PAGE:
CR4 levels for pork, chicken, and turkey all exceed 50 percent–and all have risen dramatically in the past 25 years, Hendrickson and Heffernan show. Information on concentration in the dairy market is hard to come by, but we do know that a single company, Dean Foods, “bottles 33 percent of U.S. fluid milk,” according to a 2008 report from the USDA’s Economic Research Service (ERS). In some regions, concentration is even more intense. Just two companies, Dean and Hood, bottle 90 percent of the milk produced in the northeast, the ERS report states.
These stunning levels of concentration have translated directly to a shuttering of the far-flung network of slaughterhouses and dairy-bottling plants that once served small diversified farms and tied them to nearby consumers. According to another ERS report, the number of nationwide dairy-processing facilities plunged from 2507 in 1972 to 524 in 2002–an 80 percent wipeout in just three decades. And between 1994 and 2004, the nation surrendered 20 percent of slaughterhouses for pigs and 22 percent of those for cattle.
As facilities close, farmers have to ship their livestock and milk longer and longer distances for processing–adding significantly to their costs and to the carbon footprint of their products (to speak nothing of the stress animals are subjected to by long trips in the back of a truck).
The question now is, what to do about this great withering away of the means of food production? The response from conventional economists is: Let the market fix itself. If people want local, pasture-raised meat and dairy, they’ll flock to the farmers market to buy it, and farmers will take their extra profits and invest in their own facilities. But people are flocking to farmers markets; the problem is, profit margins on small-scale farming remain so tight that few farms have cash to spare on such investments.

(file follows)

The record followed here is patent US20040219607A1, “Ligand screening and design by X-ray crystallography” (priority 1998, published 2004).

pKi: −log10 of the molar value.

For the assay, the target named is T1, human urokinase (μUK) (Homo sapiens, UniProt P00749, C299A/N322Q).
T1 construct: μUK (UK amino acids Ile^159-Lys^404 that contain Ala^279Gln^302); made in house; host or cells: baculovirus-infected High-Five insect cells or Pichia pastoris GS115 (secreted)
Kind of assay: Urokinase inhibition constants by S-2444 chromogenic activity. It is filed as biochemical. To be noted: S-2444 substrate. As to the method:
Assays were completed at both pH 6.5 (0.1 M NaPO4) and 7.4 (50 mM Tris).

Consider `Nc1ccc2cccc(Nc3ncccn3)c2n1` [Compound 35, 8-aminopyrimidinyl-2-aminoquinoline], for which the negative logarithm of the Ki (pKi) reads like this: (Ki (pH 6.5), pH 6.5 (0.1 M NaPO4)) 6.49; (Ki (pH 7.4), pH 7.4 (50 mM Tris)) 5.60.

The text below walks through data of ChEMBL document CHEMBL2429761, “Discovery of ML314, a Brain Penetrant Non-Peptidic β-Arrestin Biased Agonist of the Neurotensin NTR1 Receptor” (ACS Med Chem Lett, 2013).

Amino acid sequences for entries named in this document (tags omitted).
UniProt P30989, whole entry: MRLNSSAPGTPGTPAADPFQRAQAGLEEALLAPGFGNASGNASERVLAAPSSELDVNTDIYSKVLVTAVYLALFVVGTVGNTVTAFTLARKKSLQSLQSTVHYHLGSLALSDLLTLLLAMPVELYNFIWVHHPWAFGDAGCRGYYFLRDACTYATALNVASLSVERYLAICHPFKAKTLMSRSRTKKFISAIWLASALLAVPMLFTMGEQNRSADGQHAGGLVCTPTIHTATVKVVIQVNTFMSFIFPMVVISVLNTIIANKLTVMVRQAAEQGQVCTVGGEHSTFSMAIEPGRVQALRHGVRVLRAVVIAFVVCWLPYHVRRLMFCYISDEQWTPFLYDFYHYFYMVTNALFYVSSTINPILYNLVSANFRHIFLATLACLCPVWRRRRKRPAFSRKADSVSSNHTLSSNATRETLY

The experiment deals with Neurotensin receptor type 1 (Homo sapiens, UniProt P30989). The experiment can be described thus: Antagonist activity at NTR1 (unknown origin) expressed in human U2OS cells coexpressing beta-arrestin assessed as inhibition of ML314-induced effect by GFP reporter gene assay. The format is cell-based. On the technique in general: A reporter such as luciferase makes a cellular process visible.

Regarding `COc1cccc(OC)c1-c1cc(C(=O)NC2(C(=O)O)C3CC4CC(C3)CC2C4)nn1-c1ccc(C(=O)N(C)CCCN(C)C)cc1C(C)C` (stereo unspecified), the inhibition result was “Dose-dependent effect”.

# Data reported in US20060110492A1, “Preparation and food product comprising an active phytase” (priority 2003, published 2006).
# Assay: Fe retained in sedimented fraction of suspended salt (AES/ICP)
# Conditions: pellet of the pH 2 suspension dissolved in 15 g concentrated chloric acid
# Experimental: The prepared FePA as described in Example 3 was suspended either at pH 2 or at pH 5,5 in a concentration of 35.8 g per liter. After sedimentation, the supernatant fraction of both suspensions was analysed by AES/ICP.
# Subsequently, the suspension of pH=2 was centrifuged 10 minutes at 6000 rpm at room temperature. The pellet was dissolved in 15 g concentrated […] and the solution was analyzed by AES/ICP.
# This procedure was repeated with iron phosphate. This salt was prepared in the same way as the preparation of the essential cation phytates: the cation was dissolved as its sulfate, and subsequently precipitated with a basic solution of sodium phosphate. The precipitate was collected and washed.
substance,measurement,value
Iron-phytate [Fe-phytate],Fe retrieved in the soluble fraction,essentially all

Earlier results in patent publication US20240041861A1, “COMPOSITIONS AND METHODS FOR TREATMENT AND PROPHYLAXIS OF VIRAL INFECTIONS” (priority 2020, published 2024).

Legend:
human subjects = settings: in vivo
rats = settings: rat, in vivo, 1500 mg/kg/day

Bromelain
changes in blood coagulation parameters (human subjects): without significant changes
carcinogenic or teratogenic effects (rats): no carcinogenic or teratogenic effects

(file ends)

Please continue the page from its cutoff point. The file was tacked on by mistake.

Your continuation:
We’re moving towards a classic market failure: We see increasing demand for locally and sustainable grown farm products, increasing desire among farmers to meet that demand– and an infrastructural gulf separating them.
The proper response to a market failure is government action. Libertarians and food-industry advocates will scoff; but they have to reckon with the stark fact that federal action is largely responsible for the current state of affairs. The government looked the other way while the food industry consolidated beyond any reasonable level.
Moreover, the government has supported the meat industry through its notoriously lax enforcement of environmental code for concentrated animal feedlot operations (CAFOs). Unlike industrial waste and other major ecosystem-destroying pollutants, manure accumulated from CAFOs has for decades avoided strict government oversight, a Washington Post story recently showed. The newspaper concluded: “The Obama administration has made moves to change that but already has found itself facing off with farm interests, entangled in the contentious politics of poop.”
Labor abuse at factory-scale slaughter facilities has also gone largely unchecked. By 2005, labor conditions in the meat-processing industry had become so routinely abysmal that Human Rights Watch–which normally focuses on monitoring foreign dictatorships–saw fit to issue a damning report. “Meat-packing is the most dangerous factory job in America,” HRW declared. “Dangerous conditions are cheaper for companies — and the government does next to nothing.” The HRW report also documents meatpackers’ tireless efforts to crush unions.